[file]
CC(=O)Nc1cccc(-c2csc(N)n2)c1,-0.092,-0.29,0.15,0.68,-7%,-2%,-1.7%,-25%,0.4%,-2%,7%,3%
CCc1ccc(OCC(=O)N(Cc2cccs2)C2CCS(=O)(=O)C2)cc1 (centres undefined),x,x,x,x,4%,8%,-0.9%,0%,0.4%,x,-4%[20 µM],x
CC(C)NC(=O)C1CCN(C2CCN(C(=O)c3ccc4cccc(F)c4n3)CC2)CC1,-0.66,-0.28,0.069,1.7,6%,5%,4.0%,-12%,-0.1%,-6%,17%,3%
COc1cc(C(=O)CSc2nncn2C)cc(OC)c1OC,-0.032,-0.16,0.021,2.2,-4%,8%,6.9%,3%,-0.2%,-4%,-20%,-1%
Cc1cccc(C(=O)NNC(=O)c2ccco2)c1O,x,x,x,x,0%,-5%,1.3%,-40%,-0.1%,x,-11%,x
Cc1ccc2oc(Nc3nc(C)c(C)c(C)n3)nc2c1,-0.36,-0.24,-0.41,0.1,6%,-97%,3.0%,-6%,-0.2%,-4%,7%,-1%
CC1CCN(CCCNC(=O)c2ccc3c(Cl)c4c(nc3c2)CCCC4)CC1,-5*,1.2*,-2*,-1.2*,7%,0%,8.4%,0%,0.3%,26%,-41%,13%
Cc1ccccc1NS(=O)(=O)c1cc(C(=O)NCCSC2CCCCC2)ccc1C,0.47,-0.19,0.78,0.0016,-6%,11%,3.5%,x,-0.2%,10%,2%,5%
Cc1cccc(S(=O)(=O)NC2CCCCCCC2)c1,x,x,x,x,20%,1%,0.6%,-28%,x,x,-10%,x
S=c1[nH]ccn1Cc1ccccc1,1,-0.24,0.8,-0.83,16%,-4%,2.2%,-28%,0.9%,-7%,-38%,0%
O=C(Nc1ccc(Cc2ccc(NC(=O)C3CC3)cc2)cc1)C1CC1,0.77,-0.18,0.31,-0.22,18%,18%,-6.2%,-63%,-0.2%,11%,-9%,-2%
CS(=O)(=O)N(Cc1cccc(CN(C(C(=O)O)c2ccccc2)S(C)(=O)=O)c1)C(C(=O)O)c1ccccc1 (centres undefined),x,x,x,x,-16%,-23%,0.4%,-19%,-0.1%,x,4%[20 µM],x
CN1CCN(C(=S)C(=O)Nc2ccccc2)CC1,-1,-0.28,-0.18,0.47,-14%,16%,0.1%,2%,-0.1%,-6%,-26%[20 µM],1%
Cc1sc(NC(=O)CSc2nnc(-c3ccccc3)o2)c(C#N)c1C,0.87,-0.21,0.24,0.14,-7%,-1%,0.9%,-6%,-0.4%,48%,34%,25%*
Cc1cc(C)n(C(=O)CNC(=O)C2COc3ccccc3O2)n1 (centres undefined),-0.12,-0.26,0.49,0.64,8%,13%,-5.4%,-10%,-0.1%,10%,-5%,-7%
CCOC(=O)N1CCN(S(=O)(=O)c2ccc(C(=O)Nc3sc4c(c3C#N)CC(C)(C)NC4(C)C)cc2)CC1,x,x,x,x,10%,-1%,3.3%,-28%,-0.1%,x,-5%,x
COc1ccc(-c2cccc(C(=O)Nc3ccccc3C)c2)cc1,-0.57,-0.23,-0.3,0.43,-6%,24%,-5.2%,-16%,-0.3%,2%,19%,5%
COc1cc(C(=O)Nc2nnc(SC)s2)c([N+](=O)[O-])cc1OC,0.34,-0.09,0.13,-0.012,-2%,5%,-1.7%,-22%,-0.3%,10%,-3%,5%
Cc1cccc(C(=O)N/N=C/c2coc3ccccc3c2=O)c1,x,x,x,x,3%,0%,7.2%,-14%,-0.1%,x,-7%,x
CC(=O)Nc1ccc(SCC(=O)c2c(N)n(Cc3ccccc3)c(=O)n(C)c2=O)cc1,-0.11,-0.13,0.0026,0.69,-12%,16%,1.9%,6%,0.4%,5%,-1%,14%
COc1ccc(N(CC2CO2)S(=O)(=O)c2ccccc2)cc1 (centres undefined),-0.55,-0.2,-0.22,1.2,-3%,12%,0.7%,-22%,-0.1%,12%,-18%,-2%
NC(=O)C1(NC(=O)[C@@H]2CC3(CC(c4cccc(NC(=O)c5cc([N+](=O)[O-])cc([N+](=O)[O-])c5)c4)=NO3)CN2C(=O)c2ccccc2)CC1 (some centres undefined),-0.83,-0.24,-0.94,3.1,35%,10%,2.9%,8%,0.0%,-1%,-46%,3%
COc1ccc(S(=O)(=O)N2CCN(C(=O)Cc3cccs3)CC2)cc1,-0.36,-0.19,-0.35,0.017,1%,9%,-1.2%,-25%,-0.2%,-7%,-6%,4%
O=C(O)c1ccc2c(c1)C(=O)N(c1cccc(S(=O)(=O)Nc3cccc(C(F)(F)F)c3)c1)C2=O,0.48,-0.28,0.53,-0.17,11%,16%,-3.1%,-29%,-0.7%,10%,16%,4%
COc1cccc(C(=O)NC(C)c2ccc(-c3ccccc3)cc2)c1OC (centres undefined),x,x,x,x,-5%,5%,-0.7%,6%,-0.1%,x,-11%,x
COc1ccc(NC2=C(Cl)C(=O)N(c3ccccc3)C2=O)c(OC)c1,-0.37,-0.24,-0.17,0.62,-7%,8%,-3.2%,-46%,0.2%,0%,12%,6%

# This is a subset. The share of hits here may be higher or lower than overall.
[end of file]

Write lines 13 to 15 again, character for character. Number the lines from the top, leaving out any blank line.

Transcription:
CN1CCN(C(=S)C(=O)Nc2ccccc2)CC1,-1,-0.28,-0.18,0.47,-14%,16%,0.1%,2%,-0.1%,-6%,-26%[20 µM],1%
Cc1sc(NC(=O)CSc2nnc(-c3ccccc3)o2)c(C#N)c1C,0.87,-0.21,0.24,0.14,-7%,-1%,0.9%,-6%,-0.4%,48%,34%,25%*
Cc1cc(C)n(C(=O)CNC(=O)C2COc3ccccc3O2)n1 (centres undefined),-0.12,-0.26,0.49,0.64,8%,13%,-5.4%,-10%,-0.1%,10%,-5%,-7%